"There is created in the Department of the Interior a service to be called the National Park Service, which shall be under the charge of a director. The Secretary of the Interior shall appoint the director, and there shall also be in said service such subordinate officers, clerks, and employees as may be appropriated for by Congress. The service thus established shall promote and regulate the use of the Federal areas known as national parks, monuments, and reservations hereinafter specified, except such as are under the jurisdiction of the Secretary of the Army, as provided by law, by such means and measures as conform to the fundamental purpose of the said parks, monuments, and reservations, which purpose is to conserve the scenery and the natural and historic objects and the wild life therein and to provide for the enjoyment of the same in such manner and by such means as will leave them unimpaired for the enjoyment of future generations."
I'm not sure that you would want to mess with the Organic Act. It may have more holes than a piece of Swiss cheese, but depending on the political climate (the current one for example) you could make things a whole lot worse. Kind of like people who want to "rewrite" the ESA. Once you open a can of worms, no telling what might crawl out! Someone might decide that there is oil under the Grand Canyon, and fickle constituants, weary of four or five dollar a gallon gasoline, might well cry, "Drill, drill, drill!!"
"Road building? Who's talking about road building? Well ... you, mainly." No one is talking about road building. It's called sarcasm. They are called rhetorical questions and remarks.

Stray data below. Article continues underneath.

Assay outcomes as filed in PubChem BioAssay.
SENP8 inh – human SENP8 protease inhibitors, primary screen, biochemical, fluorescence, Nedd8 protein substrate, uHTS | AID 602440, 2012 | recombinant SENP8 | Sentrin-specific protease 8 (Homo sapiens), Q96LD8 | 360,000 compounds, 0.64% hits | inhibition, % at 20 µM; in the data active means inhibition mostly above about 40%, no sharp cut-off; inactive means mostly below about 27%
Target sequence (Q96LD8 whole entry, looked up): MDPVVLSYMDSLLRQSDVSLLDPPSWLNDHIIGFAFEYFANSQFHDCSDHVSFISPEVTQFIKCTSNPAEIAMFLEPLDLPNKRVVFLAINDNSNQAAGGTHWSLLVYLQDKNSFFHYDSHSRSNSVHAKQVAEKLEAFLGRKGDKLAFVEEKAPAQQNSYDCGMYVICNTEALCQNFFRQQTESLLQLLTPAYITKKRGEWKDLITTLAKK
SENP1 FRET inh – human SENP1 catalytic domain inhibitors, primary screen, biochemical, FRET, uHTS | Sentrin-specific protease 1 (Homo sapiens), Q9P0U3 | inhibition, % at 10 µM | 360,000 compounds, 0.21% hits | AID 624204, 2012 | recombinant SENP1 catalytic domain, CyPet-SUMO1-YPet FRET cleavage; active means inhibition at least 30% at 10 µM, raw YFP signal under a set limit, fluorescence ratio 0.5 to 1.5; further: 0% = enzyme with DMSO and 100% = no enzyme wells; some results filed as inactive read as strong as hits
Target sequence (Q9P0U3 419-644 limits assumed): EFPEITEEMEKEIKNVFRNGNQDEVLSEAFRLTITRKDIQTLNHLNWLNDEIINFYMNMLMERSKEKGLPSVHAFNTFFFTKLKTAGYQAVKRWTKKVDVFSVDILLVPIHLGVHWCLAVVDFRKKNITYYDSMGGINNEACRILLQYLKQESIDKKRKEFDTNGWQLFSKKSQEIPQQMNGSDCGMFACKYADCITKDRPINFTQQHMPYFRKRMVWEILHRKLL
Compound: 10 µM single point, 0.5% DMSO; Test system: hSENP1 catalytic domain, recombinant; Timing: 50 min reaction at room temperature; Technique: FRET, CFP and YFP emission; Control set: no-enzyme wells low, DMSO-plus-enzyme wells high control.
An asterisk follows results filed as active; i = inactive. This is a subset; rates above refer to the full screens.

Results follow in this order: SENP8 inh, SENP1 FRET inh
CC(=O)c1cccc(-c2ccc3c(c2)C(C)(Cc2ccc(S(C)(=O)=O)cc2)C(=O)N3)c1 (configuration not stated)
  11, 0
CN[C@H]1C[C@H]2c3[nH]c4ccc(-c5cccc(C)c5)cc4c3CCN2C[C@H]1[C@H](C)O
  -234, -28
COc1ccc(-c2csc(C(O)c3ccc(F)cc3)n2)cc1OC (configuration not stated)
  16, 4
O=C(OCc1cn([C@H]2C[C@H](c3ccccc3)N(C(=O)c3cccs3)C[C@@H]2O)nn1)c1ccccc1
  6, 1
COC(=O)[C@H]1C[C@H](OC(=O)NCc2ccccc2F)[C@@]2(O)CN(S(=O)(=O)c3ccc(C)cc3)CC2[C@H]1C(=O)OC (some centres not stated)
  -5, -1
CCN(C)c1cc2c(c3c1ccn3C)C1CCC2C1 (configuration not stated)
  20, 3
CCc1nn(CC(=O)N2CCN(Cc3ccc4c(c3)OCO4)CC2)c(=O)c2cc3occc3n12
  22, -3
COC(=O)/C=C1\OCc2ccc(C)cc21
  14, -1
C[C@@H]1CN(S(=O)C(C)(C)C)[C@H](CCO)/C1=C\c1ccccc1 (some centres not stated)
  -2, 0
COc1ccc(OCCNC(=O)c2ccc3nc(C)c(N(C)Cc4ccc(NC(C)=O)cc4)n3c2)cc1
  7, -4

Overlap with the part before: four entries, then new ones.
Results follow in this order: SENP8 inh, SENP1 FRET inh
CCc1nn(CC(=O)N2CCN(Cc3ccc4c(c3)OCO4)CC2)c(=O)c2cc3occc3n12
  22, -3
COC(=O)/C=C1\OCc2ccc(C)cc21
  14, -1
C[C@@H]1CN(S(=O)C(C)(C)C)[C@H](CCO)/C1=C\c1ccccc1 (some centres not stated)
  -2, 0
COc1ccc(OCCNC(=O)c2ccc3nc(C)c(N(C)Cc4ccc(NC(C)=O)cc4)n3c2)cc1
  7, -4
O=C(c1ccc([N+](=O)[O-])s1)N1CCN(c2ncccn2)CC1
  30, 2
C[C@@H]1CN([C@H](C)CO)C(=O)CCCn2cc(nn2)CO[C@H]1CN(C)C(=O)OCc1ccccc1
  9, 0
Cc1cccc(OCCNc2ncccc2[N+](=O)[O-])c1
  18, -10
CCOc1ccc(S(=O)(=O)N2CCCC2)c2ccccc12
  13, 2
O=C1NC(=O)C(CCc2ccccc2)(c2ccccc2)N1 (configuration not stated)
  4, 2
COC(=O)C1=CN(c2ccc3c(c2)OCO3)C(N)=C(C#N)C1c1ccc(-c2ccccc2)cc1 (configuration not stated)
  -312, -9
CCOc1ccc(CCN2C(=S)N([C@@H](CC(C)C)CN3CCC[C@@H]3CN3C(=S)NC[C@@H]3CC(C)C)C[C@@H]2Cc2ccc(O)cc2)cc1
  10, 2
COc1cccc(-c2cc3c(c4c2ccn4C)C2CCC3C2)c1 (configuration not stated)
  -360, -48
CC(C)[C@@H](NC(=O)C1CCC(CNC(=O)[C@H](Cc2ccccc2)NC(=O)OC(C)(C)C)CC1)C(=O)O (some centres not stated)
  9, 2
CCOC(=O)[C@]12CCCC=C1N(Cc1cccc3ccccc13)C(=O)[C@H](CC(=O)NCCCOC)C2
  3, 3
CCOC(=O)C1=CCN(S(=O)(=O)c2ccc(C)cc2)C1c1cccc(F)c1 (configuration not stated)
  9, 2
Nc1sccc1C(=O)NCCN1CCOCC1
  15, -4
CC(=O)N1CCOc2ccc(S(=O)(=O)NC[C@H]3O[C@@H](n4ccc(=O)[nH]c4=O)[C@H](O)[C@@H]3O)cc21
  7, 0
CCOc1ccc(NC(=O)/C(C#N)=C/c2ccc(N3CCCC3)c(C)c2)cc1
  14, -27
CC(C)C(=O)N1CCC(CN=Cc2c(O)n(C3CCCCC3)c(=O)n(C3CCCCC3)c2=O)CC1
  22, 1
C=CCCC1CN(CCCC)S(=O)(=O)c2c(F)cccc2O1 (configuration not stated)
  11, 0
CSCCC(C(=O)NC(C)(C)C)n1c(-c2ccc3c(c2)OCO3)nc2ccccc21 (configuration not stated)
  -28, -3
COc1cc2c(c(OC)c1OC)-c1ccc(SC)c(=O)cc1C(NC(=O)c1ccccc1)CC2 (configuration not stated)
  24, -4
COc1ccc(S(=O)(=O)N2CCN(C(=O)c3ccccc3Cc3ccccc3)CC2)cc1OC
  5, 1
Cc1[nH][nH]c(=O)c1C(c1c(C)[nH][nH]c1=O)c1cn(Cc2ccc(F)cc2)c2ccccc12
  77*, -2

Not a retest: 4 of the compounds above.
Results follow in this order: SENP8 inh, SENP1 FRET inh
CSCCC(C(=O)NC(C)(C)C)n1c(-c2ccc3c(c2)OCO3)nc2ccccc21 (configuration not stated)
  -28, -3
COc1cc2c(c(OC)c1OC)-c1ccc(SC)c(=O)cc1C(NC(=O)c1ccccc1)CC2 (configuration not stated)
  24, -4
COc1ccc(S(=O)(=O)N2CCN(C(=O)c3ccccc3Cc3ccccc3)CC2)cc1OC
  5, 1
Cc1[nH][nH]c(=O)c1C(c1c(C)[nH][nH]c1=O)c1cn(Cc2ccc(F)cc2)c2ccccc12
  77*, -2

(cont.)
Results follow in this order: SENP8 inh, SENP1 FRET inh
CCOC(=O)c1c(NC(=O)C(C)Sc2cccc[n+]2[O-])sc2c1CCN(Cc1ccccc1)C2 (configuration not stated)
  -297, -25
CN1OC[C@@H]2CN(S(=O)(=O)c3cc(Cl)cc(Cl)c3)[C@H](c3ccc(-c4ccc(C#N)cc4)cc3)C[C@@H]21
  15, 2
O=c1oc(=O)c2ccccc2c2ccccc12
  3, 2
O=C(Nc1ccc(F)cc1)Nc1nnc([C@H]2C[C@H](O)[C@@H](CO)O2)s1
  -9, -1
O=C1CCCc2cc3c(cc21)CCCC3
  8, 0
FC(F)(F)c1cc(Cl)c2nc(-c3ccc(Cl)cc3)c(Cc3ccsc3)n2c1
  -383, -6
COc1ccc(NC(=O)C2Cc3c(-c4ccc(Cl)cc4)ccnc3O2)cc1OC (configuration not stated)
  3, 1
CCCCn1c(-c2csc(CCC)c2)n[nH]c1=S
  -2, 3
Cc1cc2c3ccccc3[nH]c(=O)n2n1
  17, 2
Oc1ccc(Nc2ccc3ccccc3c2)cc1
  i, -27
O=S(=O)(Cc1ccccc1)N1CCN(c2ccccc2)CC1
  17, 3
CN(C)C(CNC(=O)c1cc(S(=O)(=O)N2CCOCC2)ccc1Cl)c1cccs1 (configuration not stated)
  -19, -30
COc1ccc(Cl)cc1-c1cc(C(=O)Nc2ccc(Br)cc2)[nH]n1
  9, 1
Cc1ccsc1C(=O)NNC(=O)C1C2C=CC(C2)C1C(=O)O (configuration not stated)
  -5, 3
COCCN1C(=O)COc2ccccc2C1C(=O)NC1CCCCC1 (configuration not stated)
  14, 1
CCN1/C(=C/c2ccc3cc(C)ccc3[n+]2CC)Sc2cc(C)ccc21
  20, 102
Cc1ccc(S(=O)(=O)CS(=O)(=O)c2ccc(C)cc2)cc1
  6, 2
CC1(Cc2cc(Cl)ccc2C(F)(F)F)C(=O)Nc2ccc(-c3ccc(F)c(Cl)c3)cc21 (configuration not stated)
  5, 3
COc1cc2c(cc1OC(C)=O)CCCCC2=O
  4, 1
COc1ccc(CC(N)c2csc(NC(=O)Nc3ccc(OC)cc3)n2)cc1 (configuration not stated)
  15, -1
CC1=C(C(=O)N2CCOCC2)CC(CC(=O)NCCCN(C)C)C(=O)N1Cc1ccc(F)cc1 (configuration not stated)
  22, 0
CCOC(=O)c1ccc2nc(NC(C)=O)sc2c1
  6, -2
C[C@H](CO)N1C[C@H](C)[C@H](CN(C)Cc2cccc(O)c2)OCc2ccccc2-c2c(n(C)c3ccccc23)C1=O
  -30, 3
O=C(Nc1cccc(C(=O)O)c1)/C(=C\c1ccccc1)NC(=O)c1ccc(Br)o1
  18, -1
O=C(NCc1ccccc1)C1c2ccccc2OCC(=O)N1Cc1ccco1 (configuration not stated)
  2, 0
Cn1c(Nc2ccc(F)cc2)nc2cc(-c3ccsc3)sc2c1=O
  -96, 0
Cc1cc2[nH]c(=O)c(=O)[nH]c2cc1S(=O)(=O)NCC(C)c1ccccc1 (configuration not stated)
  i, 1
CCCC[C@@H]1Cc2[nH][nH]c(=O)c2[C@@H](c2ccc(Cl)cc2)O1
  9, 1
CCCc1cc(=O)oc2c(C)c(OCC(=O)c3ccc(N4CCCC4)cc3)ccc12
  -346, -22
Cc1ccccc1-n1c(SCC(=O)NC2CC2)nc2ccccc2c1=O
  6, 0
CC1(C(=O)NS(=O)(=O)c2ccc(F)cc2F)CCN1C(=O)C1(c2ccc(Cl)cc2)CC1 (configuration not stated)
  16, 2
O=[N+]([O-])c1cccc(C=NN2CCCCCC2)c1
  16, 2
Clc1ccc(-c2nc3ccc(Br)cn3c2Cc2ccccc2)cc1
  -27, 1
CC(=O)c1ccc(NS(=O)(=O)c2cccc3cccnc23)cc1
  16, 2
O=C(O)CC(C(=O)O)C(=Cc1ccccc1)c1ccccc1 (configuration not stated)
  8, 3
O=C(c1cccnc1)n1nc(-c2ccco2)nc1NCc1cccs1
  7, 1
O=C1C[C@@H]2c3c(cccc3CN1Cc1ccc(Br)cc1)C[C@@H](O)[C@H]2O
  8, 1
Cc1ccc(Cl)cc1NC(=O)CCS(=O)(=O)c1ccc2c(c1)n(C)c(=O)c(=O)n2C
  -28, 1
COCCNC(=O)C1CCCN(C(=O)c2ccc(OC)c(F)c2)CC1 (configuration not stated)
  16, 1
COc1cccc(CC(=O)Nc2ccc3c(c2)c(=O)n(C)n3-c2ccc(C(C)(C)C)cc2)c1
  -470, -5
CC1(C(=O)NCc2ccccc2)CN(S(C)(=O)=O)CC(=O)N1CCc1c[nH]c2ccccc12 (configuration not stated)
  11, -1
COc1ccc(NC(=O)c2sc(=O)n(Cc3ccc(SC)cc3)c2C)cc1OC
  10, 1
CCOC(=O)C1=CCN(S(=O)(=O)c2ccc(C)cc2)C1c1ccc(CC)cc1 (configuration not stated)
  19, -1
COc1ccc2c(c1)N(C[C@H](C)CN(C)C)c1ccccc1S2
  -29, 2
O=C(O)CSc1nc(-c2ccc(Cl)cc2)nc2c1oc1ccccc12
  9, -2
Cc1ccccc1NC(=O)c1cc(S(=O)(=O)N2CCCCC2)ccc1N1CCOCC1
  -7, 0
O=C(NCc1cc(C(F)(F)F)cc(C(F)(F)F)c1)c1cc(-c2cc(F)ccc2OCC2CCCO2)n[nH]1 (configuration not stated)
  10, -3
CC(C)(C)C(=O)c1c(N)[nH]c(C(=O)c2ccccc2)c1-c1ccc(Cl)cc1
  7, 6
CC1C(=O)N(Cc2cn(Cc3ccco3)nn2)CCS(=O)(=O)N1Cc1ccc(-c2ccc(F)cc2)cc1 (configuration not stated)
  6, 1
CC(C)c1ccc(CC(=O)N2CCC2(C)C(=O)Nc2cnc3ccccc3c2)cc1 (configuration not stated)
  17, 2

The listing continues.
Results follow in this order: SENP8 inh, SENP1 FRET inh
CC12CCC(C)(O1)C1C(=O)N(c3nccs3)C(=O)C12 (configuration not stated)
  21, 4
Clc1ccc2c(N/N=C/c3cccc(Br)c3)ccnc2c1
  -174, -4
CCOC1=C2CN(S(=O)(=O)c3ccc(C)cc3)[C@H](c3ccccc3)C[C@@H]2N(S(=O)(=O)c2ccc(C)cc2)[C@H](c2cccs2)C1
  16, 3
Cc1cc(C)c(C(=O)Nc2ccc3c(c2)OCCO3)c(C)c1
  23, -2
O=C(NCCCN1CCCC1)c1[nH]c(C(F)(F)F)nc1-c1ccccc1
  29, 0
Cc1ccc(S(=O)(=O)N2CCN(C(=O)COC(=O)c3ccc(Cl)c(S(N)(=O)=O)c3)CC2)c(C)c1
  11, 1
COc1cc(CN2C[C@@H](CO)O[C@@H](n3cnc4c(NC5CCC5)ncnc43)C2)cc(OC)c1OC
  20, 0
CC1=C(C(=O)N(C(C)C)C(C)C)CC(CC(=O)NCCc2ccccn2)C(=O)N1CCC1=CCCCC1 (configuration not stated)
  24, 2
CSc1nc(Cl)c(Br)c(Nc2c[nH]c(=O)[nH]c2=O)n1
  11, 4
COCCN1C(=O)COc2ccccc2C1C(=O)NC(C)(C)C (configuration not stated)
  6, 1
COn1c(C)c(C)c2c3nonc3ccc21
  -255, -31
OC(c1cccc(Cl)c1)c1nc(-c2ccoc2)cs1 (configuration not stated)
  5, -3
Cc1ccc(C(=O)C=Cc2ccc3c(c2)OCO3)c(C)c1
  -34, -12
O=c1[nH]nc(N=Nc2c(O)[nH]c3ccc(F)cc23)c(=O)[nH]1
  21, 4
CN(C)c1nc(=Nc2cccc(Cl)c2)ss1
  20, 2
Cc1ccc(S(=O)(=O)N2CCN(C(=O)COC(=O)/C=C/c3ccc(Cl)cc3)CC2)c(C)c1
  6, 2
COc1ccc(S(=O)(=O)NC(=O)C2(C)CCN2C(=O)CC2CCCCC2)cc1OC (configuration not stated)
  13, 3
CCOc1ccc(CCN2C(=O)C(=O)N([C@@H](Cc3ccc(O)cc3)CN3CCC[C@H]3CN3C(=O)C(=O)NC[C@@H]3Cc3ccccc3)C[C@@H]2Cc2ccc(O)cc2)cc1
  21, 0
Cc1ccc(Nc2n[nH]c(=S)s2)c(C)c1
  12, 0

"Snowmobiles don't need roads, remember?" THAT IS PART OF THE PROBLEM! That is why current snowmobilers in Yellowstone are required to have a licensed guide, because too many folks either did not know, or did not care, that YES, IN YELLOWSTONE, SNOWMOBILES DO REQUIRE A ROAD!! By law, snowmobiles may only be operated in Yellowstone on the road. And then only on certain roads. (BTW, even licensed guides occasionally wonder where they shouldn't.)
I have personally witnessed snowmobilers run wildlife off the road into deep snow. I have seen them chase coyotes down the road until they (the coyotes) were exhausted and dropped in their tracks. I have had snowmobiles blow exhaust (and snow) in my face. I have heard snowmobiles while snow shoeing miles from the road, as if they were just on the other side of a hill.
Mr. Macdonald, excellent points regarding the cost of visiting Yellowstone in the winter. Either way, snowmobiles or snow coaches, you better be prepared to plunk down a pretty piece of change. Another example of a place I would like to go but can't because of my financial disability (deep into the interior in the winter). Reasonably priced shuttles summer and winter would go a long way toward making Yellowstone more accessible to all, including the physically challenged.